Olympic Ski Mountaineering Could Drive Interest in Winter Events
12 Aug, 2021By: Mary Helen Sprecher
2026 is five years off but in Milan/Cortina, they’re already celebrating the addition of a new showcase sport to the Winter Olympics program, ski mountaineering (SkiMo in winter sports parlance).
First, a quick backgrounder on the subject. SkiMo (which is backcountry action at its finest and includes ascending steep inclines, as well as skiing downhill) will be presented in five medal events: men’s and women’s individual races, men’s and women’s sprint, and one mixed-gender relay race (the IOC is in favor of mixed-gender events; they were seen in increasing numbers in the Tokyo Games, in fact).
Ski Magazine breaks down the events as follows: In the individual event, there is a mass start and athletes race up an established track, passing through a series of checkpoints before reaching the summit of the course and transitioning to downhill mode. Then the racers must navigate down challenging terrain and contend with backcountry snow conditions. (Keep in mind, they do this on lightweight touring skis featuring pin bindings, equipment that shaves weight for the uphill but does not perform the same as traditional downhill equipment on the descent). In this event, athletes ascend between 4,300 to 6,200 vertical feet, depending on the category, and each event typically lasts around 1.5-2 hours in duration.
The sprint race is a shorter and faster-paced event that consists of an uphill section, a booting section where athletes carry their skis and hike on foot to navigate rougher terrain, and a ski descent around race gates. In these races, athletes ascend as much as 262 vertical feet; the race itself typically lasts around three minutes.
Olympic SkiMo will include 48 total athletes (24 men and 24 women); it has been noted that the addition of the sport will not increase the overall Olympic athlete quota of 2,900 athletes.
With that background, it’s essential to study the next factor: does SkiMo have the potential for echo events in the USA, once the SkiMo ripples start spreading? It’s uncertain at this point. At the moment, it’s a European (and specifically Italian) sport, with its roots deep in the Italian Alps. The U.S. has not won a medal in SkiMo; in fact, when it was featured at the 2020 Winter Youth Olympics in Lausanne, Switzerland, three Italians won individual medals and Switzerland won gold in the mixed-gender relay. While the U.S. entered four total athletes in SkiMo at the Lausanne Youth Games, it did not medal.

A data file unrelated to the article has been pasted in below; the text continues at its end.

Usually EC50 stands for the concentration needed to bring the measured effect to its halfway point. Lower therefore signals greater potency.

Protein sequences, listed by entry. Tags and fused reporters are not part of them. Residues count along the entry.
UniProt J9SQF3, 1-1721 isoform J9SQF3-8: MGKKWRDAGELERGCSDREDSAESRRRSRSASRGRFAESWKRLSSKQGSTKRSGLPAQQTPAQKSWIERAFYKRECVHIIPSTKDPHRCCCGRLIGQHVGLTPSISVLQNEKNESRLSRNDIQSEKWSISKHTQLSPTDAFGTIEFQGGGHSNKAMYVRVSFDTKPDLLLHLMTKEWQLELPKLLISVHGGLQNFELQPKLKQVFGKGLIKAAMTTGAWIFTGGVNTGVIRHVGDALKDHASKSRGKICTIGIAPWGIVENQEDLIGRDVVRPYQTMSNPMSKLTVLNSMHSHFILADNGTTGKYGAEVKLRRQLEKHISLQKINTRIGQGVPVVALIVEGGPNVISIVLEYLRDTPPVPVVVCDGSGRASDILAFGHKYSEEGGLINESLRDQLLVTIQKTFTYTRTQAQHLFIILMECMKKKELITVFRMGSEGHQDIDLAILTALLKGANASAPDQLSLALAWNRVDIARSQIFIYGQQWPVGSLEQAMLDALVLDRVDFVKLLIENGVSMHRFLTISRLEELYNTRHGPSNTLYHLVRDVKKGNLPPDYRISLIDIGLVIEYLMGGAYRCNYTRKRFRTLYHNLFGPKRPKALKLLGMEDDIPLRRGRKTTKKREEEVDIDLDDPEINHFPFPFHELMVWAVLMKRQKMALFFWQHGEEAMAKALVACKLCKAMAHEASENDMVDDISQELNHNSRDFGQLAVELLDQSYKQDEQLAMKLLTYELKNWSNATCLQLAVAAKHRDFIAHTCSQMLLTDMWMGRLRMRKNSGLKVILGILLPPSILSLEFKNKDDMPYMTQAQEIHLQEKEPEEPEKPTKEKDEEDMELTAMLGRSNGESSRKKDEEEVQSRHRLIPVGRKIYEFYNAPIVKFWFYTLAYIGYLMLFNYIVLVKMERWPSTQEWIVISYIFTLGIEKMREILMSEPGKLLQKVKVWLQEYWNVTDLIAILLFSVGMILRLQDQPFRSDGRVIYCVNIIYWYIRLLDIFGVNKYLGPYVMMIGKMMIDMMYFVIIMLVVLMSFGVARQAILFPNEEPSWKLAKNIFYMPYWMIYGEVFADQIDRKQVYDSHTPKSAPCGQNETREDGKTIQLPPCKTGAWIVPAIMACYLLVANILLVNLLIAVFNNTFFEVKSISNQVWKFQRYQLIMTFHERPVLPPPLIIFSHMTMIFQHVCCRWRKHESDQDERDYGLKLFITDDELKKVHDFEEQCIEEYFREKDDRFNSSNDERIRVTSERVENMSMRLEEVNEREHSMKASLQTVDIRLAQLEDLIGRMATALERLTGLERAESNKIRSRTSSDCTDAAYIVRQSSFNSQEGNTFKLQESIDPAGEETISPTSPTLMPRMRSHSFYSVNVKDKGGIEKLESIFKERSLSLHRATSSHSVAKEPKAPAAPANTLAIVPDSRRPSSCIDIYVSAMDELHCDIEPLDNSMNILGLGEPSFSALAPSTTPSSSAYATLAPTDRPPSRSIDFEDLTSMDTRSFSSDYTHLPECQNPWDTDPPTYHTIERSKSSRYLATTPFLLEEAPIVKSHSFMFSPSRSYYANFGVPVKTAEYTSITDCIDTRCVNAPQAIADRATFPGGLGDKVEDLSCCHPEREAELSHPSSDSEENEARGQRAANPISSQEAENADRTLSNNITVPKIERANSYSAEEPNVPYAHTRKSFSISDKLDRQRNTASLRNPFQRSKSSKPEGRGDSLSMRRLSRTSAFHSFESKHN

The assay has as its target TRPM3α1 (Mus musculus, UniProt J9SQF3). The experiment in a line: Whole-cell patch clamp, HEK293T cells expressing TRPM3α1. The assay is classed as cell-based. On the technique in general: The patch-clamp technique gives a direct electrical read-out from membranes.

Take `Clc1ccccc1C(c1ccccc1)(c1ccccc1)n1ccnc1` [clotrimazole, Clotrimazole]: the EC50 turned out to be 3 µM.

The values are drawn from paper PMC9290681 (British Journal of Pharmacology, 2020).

The USA has already started its training with an eye to the podium in 2026.
Ram Mikulas, president of the U.S. Ski Mountaineering Association, told reporters at Ski Magazine he is hopeful Americans will have a shot at the medal stand.
“We are currently working on high performance development plans, expanded national team opportunities, funding, as well as recruitment and widening of the athlete pipeline,” Mikulas said.
And while it’s easy to say something is a sport that is largely unknown in the USA, you can’t discount it, either. After all, curling started in Scotland and it’s an enormous phenomenon in the USA these days – and the U.S. men’s team won gold in PyeongChang in the last Olympic cycle. Pretty good for a sport that had been dominated by the Scandanavian population for so many years. Now, not only are there more curling clubs than ever in the USA, but after the Olympics, open houses at such clubs get record attendance.
Drew Saunders, country manager, Oberalp Group, whose brands include backcountry gear maker Dynafit, spoke to reporters at SGB Media and was very optimistic about the potential for SkiMo’s growth. His Exhibit A: mountain biking. When mountain biking hit the Olympics in 1996, the popularity of the sport exploded. Saunders added that he expects similar growth to come to the climbing and surfing categories after their debut at this year’s Tokyo Games.
“Mountain biking was relatively small in the ‘80s and ‘90s, and now it’s booming. Everyone has one or two in their garage,” he said. “The Olympics helped that. We’ll likely see the same thing happen in rock climbing and surfing, and it will probably boost the backcountry category the same way. It’s a mainstreaming of the sport that gets it in front of a broader pool of users.”
SkiMo is already offered in the U.S, with a number of popular races being offered. The coming winter sports season could offer ample opportunity for demos, clinics and other events.
Jed Duke, director of product marketing for Blizzard/Tecnica, a winter sports apparel and equipment brand, believes the inclusion of the sport will serve to remind people there’s more to skiing than downhill.
“The backcountry touring market is firing on all cylinders. It’s partially related to COVID, but it’s been rapidly growing for several years,” Duke told SGB. “Touring has moved out of the niche market and into the more mainstream winter outdoor business, and the inclusion of Skimo in the 2026 Olympics is further evidence of this. The Olympic exposure should make touring even more mainstream in the winter outdoor market.”